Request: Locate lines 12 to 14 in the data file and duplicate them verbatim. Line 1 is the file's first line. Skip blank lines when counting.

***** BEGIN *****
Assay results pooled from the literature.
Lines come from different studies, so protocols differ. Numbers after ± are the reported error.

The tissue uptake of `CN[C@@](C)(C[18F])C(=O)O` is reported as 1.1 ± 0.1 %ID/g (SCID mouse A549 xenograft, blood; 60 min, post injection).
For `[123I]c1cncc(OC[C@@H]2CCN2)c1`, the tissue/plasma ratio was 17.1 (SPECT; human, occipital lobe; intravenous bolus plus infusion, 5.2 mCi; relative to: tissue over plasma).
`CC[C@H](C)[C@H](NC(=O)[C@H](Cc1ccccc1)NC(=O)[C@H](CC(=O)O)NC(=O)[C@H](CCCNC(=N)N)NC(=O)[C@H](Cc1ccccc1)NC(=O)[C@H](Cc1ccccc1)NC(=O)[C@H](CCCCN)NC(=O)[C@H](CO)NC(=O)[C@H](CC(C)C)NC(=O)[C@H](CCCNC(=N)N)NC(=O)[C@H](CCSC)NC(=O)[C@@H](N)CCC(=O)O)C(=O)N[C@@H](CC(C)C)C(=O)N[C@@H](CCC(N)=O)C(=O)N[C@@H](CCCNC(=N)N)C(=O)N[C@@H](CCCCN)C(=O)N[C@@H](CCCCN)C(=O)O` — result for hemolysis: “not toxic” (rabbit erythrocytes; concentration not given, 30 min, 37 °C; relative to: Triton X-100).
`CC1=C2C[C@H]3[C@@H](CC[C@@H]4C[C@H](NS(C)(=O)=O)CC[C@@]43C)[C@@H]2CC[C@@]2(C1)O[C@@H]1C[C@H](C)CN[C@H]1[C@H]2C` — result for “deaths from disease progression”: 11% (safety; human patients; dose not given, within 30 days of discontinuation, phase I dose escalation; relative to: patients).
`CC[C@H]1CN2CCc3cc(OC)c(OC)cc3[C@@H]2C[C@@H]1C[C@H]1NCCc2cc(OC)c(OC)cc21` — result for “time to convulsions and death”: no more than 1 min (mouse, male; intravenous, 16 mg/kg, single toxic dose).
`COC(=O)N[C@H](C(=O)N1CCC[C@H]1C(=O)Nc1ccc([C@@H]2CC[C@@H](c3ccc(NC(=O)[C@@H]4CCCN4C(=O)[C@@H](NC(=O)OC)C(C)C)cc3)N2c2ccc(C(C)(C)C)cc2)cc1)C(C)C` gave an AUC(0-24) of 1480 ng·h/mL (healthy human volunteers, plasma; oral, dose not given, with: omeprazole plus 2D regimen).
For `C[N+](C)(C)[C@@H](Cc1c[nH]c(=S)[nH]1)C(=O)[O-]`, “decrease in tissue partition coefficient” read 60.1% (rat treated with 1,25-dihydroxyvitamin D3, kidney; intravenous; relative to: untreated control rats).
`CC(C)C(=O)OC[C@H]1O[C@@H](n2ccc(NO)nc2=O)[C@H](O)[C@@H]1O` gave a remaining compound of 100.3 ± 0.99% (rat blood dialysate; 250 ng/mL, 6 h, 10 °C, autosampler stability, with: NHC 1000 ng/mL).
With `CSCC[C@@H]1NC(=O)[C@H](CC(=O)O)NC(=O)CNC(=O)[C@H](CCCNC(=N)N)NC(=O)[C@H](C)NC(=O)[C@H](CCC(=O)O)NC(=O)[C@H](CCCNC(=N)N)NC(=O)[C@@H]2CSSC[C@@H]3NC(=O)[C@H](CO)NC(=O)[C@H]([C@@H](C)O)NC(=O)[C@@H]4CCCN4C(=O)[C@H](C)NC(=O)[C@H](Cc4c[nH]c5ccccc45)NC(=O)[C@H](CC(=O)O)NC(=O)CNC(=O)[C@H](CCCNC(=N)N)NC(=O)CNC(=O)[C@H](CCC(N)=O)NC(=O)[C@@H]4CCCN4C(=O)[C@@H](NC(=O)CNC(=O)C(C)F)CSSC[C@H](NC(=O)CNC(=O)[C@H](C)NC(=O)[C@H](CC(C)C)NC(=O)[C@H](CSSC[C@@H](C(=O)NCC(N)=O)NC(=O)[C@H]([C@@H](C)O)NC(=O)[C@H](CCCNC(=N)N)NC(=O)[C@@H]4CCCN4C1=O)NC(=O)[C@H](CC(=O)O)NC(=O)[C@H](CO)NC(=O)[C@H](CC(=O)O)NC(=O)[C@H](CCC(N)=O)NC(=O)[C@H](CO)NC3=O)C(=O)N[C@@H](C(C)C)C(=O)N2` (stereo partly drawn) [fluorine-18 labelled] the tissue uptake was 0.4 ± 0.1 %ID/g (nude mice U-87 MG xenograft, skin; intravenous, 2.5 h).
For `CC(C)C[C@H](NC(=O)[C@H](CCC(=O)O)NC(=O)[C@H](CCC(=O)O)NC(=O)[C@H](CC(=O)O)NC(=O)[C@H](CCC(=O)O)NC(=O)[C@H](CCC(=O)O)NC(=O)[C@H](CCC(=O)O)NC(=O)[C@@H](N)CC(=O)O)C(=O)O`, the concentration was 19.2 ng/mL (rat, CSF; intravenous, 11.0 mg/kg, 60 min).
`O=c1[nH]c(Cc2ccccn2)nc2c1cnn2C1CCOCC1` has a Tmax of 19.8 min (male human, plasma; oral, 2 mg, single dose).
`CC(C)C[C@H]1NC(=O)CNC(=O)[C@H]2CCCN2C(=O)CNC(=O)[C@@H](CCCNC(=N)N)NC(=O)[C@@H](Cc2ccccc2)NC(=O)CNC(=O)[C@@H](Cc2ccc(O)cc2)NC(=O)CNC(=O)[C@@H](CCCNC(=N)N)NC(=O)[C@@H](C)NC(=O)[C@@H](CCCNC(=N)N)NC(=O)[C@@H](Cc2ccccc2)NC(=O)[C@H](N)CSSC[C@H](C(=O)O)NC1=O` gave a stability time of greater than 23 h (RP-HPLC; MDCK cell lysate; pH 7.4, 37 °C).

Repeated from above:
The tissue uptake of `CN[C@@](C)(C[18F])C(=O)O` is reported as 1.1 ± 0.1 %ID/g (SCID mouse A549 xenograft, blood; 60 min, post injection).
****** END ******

For `CC(C)C[C@H](NC(=O)[C@H](CCC(=O)O)NC(=O)[C@H](CCC(=O)O)NC(=O)[C@H](CC(=O)O)NC(=O)[C@H](CCC(=O)O)NC(=O)[C@H](CCC(=O)O)NC(=O)[C@H](CCC(=O)O)NC(=O)[C@@H](N)CC(=O)O)C(=O)O`, the concentration was 19.2 ng/mL (rat, CSF; intravenous, 11.0 mg/kg, 60 min).
`O=c1[nH]c(Cc2ccccn2)nc2c1cnn2C1CCOCC1` has a Tmax of 19.8 min (male human, plasma; oral, 2 mg, single dose).
`CC(C)C[C@H]1NC(=O)CNC(=O)[C@H]2CCCN2C(=O)CNC(=O)[C@@H](CCCNC(=N)N)NC(=O)[C@@H](Cc2ccccc2)NC(=O)CNC(=O)[C@@H](Cc2ccc(O)cc2)NC(=O)CNC(=O)[C@@H](CCCNC(=N)N)NC(=O)[C@@H](C)NC(=O)[C@@H](CCCNC(=N)N)NC(=O)[C@@H](Cc2ccccc2)NC(=O)[C@H](N)CSSC[C@H](C(=O)O)NC1=O` gave a stability time of greater than 23 h (RP-HPLC; MDCK cell lysate; pH 7.4, 37 °C).